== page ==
Book Reviews: My February & March Reads - It's All About Murder

April 01, 2020
It's time for book reviews!  I'm actually combining February and March into this review, including those books I read about murder.  Hmm. I wonder why I was fixated on that for the last couple of months? The virus quarantine hadn't even started yet!

Anne Perry is an author who has been recommended to me several times and has been on my "want to read" list. As I did with Louise Penny, I wanted to go to the beginning of one of Anne's series such as Charlotte and Thomas Pitt or William Monk and start from the beginning. However, she has written so many books in those series, it was a list far too intimidating to start either one. While doing my research on the Libby library app, I came across this new release from Anne and the start of a new character series, Elena Standish. Goodreads describes it: "an all-new mystery series set in pre-World War II Europe, where an intrepid young photographer carries her imperiled lover's final, urgent message into the heart of Berlin as Hitler ascends to power."  Enjoying fiction set in this time period, I grabbed it. 

This is a reasonably quick-moving story, and it includes a twist at the end that, for me, is an essential ingredient in excellent murder-mystery fiction. The different characters and their parts in the story came together smoothly, with the exception of Elena's sister, who appears at the beginning of the book and then just disappears. 

Elena, in my opinion, is not as strong and independent character that I had hoped she would be. She is fairly naive and somewhat dependent on men to assist her as she travels to deliver her crucial message. While that type of plot may fall in line with the time, as a recently released novel, I hoped for a more daring heroine, with other supporting women characters.  

In January, I subscribed to a handful of true crime podcasts, one of them called "Murder Squad."  With hosts investigative journalist Billy Jensen and retired investigator Paul Holes, they discuss unsolved murders and missing person cases. I recommend it to true-crime junkies. 

In his first book, Billy explains how he went from writing about unsolved murders to using his skills to help investigations after the police were at a roadblock. His best weapon? Social media. In some cases, Billy dug deep to find answers, using the power of social media and its community to find clues that law enforcement didn't see. After reading this book, you may be enticed to do your own desk-jockey investigating cold cases.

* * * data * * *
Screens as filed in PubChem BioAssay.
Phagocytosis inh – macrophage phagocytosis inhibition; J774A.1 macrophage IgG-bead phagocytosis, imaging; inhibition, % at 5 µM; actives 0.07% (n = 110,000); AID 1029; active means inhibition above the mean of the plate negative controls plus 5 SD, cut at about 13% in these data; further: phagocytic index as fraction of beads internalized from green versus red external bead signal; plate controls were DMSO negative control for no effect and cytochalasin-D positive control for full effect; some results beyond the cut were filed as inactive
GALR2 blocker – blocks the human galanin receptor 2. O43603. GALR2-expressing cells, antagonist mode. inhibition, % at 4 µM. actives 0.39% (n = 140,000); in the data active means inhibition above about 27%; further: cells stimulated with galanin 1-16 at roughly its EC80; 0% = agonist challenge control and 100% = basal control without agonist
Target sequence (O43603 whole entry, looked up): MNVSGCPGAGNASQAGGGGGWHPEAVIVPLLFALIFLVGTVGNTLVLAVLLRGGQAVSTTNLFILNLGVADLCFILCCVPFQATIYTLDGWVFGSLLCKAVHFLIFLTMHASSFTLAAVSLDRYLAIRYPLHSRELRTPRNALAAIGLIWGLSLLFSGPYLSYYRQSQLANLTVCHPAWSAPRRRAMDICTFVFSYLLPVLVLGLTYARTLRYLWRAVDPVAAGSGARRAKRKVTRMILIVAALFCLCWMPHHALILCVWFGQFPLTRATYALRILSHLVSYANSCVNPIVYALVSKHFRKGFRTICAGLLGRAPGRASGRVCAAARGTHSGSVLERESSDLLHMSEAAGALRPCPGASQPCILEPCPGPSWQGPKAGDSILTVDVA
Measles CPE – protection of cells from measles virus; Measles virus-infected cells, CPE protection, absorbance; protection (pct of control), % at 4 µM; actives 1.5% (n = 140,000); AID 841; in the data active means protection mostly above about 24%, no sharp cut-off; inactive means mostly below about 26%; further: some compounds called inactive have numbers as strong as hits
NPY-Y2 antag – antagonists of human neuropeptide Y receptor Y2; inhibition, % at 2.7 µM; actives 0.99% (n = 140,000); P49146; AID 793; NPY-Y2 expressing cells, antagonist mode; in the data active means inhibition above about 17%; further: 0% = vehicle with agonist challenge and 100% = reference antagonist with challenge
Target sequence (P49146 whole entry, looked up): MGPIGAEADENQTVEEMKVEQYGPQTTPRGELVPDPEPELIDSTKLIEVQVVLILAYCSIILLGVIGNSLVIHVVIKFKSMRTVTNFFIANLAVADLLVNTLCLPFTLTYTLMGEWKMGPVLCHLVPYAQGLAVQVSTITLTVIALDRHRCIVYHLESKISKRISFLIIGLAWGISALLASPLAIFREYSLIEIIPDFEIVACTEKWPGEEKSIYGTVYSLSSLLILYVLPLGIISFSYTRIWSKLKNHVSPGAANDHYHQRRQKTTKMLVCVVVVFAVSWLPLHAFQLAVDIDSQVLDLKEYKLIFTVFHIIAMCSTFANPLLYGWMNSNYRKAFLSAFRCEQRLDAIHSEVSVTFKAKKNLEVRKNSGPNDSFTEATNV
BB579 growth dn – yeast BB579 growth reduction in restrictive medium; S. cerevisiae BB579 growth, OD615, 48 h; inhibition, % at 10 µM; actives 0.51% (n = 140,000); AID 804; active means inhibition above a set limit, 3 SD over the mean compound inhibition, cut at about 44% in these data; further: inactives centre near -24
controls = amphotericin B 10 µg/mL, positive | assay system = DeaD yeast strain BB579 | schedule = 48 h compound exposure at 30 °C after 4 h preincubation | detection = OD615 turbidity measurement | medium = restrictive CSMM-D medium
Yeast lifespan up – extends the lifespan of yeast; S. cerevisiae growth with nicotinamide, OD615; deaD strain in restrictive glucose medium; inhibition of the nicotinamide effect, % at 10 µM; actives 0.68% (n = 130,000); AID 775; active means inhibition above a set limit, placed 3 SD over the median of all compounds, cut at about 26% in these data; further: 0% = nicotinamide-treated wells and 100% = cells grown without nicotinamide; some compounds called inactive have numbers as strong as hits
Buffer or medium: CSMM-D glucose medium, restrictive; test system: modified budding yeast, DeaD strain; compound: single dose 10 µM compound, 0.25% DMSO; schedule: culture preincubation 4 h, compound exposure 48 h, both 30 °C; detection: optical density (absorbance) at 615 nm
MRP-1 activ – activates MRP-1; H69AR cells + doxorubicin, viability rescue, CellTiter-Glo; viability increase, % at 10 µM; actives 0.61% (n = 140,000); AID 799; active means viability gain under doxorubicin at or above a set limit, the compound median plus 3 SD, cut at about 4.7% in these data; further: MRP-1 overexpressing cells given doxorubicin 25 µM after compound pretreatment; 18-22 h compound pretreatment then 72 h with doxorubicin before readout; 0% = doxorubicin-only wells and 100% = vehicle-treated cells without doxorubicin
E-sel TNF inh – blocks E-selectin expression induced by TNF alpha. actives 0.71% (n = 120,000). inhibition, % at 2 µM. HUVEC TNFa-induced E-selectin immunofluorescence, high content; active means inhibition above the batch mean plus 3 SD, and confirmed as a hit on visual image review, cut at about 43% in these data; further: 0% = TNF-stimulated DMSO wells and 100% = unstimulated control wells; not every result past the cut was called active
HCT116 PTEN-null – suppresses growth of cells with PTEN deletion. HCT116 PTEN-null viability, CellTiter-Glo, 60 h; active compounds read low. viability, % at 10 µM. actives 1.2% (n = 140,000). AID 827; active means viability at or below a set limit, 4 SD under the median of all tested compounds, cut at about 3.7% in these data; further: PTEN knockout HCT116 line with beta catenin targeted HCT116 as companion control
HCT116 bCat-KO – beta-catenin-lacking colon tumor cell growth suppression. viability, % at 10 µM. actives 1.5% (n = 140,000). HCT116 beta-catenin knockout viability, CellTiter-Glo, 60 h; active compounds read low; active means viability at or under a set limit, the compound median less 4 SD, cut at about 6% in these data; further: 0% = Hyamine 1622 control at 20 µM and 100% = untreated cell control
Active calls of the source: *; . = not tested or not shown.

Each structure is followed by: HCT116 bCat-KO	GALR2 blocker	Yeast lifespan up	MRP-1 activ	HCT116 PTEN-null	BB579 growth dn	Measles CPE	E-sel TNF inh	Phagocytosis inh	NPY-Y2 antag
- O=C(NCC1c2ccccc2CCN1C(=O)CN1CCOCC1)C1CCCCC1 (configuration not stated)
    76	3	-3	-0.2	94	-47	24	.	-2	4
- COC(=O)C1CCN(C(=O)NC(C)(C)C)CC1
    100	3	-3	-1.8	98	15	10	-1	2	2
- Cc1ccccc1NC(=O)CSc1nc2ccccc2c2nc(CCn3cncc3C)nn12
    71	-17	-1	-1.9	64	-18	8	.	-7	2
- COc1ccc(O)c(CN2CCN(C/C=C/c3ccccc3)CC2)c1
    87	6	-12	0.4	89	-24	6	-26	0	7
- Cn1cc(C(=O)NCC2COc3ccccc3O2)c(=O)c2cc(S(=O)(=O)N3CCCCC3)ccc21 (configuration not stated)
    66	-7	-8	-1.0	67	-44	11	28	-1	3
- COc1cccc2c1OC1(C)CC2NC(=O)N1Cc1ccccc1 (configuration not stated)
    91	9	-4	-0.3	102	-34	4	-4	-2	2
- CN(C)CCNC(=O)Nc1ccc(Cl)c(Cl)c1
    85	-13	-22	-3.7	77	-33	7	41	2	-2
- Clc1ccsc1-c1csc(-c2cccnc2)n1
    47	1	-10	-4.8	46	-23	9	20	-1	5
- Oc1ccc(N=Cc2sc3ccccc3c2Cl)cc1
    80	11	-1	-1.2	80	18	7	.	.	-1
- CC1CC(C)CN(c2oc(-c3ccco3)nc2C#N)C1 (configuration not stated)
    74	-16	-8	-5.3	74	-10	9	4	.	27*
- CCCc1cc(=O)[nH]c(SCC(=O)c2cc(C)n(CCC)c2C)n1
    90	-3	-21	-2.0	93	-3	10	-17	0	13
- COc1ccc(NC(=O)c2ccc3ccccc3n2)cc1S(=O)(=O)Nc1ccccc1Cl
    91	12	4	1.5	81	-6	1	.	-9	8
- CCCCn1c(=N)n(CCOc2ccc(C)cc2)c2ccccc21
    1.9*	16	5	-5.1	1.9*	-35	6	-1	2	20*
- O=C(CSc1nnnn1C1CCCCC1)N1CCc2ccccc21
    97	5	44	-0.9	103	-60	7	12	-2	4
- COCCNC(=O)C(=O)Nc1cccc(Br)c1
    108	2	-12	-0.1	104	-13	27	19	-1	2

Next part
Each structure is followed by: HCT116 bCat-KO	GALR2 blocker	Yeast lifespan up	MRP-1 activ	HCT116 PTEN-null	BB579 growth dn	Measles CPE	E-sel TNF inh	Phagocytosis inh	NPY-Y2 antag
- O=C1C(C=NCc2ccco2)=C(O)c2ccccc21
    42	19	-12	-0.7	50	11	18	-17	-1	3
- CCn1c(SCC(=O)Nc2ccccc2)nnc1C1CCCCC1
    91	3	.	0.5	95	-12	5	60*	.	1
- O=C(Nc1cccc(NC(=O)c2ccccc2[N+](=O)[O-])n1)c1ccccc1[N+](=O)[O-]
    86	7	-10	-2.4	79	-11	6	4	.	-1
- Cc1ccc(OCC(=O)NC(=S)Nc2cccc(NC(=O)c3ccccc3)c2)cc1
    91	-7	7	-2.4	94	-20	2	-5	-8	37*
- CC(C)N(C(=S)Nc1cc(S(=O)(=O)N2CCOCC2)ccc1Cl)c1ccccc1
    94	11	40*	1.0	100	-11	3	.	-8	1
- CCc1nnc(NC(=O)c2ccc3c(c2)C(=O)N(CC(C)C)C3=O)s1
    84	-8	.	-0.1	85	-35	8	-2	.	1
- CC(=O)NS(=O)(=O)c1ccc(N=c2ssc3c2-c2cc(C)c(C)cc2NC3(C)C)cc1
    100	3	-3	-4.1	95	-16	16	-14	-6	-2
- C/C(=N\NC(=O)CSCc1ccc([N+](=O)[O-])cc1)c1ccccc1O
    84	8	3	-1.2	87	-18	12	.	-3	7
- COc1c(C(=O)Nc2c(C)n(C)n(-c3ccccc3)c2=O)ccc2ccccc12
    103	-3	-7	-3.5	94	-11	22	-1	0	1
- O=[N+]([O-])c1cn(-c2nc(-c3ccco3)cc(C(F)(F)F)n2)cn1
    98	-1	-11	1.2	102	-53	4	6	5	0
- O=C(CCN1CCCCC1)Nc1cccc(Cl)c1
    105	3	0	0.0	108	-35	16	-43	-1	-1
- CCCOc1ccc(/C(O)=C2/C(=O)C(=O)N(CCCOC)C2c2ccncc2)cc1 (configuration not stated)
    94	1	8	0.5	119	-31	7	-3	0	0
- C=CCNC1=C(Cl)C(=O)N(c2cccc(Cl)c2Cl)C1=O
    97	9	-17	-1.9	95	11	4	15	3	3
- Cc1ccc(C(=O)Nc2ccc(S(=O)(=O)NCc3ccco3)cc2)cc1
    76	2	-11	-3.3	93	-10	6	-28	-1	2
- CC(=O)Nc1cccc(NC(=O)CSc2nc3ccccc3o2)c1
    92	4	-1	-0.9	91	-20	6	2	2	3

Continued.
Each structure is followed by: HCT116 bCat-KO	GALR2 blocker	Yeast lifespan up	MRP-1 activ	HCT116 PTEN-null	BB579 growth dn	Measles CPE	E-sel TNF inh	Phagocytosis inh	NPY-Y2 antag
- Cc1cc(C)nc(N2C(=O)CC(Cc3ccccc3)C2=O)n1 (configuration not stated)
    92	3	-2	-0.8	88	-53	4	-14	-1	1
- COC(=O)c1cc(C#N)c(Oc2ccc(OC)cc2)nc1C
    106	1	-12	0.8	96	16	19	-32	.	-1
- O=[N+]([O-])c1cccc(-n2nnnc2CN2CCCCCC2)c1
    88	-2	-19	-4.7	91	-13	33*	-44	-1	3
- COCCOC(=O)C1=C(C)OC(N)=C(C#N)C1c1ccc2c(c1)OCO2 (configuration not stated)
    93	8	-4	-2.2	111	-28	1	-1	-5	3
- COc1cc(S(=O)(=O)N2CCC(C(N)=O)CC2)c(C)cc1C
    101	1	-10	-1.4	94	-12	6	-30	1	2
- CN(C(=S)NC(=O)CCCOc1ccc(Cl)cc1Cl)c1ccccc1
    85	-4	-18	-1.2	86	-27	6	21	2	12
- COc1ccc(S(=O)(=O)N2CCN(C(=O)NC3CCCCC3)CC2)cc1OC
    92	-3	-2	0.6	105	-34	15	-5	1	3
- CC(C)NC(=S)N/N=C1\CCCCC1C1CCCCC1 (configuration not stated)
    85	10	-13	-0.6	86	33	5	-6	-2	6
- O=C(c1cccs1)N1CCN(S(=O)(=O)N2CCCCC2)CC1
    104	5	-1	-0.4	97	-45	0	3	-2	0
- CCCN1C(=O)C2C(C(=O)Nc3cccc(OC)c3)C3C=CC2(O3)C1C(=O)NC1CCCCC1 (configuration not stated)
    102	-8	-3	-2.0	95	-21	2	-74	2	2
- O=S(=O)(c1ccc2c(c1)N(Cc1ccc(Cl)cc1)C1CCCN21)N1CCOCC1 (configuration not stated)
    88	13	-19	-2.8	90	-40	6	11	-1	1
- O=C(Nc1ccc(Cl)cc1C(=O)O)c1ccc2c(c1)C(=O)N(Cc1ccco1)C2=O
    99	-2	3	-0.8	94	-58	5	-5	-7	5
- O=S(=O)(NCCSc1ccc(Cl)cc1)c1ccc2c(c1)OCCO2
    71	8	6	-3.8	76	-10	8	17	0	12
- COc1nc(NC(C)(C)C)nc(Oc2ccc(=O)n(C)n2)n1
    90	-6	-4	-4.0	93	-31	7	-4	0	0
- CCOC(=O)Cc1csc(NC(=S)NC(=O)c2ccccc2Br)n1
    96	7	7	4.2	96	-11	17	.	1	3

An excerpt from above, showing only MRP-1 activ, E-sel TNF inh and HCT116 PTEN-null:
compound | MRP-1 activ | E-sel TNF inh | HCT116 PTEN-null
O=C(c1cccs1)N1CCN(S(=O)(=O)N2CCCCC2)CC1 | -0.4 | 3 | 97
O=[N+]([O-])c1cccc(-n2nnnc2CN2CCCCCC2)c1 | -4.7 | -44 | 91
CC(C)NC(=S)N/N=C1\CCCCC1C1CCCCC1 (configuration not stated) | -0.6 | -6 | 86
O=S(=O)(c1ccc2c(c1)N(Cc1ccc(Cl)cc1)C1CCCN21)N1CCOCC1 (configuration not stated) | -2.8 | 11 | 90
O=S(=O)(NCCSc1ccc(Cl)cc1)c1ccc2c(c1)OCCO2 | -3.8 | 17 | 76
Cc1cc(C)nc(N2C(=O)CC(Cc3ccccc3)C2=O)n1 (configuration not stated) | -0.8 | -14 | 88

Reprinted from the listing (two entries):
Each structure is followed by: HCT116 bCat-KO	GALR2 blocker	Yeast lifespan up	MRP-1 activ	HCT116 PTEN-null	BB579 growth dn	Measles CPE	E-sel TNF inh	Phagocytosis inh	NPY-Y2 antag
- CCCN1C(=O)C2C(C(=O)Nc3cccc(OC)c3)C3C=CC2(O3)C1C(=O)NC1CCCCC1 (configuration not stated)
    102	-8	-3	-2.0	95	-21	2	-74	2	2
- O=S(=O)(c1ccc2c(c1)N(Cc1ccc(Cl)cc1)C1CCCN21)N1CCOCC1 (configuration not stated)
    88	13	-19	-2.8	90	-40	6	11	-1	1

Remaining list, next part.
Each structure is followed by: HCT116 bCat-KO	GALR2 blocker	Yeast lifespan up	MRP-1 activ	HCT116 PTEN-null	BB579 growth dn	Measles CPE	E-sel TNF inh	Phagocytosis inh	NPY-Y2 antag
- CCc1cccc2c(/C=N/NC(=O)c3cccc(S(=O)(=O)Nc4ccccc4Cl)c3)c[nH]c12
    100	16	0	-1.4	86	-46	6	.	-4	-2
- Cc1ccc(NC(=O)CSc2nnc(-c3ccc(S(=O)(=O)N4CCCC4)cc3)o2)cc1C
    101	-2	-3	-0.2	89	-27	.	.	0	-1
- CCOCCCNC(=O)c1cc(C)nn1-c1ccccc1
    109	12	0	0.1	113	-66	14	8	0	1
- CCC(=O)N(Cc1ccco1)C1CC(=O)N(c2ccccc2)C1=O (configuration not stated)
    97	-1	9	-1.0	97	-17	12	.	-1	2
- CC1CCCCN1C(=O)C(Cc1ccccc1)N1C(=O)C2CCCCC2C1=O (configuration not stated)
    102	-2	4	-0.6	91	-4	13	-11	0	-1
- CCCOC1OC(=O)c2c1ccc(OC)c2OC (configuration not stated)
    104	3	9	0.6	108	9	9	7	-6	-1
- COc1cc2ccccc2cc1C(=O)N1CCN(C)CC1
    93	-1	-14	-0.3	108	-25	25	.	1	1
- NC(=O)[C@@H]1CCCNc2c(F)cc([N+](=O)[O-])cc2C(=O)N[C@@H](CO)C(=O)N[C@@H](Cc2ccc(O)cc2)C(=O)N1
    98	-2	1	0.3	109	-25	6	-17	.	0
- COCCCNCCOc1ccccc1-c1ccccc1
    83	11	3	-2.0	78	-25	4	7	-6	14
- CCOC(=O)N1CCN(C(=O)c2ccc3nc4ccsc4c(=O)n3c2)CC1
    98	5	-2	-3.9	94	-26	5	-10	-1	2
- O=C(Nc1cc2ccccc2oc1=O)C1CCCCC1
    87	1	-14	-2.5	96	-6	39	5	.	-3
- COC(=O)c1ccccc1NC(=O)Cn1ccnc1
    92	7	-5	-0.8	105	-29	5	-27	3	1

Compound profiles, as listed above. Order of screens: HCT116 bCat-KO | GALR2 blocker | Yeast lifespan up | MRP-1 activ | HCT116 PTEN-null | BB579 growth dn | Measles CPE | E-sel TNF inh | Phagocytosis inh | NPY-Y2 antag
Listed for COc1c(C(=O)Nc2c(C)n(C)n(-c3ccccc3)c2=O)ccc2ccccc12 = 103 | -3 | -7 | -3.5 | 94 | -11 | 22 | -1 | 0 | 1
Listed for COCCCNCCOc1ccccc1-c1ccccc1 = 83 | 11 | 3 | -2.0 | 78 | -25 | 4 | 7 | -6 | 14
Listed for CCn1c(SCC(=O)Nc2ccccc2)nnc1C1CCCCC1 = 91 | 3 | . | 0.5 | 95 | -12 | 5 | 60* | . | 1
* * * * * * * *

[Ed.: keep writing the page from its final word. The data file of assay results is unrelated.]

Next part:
Billy's friend, Michelle McNamara, another true-crime journalist, was on an investigative journey of her own -- finding the identity of the Golden State Killer. Her research was in-depth: she dug into police reports, reinterviewed witnesses, and eventually became friends with investigators tasked to the gruesome unsolved murders attributed to the serial killer. One of those investigators? Paul Holes, the retired investigator now on the Murder Squad podcast with Billy Jensen. 

The book is intriguing - she writes as she investigates, and her writing pulls you into the story. Unfortunately, due to her sudden death, her book was unfinished. Billy Jensen and Michelle's researcher, Paul Haynes, worked together to construct the rest of her book for publication using her notes and masses of other information Michelle collected.  They did an incredible job tackling that puzzle, adding the incredible final act that she would not be alive to witness.

While the book is a fantastic read, it is a shame that Michelle could not finish the book. While Billy and Paul did a commendable job, they could not copy the style of narrative that Michelle wrote so wonderfully. As you read, there are notations where Billy and Paul did the writing, but it reads more fact-based without the same feeling as Michelle's. Nonetheless, it's a captivating book I can certainly recommend.  

Another true-crime book recommended on Kindle Unlimited was "In His Garden," which is far different than the previous two books. Anne Howard, a practicing lawyer, interviews serial killer William Devin Howell (while in prison for one of his murders) for this book. Through visits, letters, and phone calls with Howell, she connects the background and timeline of his killings, and the reason he buried his victims in the place that he did. It was only after the last case against him was over that he finally told Anne, and only Anne, the complete details of his killings.  

Anne's weird friendship with Howell was the reason that Howell came to trust Anne instead of the media for his story. Anne handles herself well with Howell, and because of her profession, she certainly knows the thinking and manipulation of these types of killers.  

If you like true-crime, then one of these books may just be for you. 

Maybe not read it at night. 

Alone.


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1 comment:

  1. I am way too sensitive and suggestible for murder mysteries! But those you reviewed do sound well-written.

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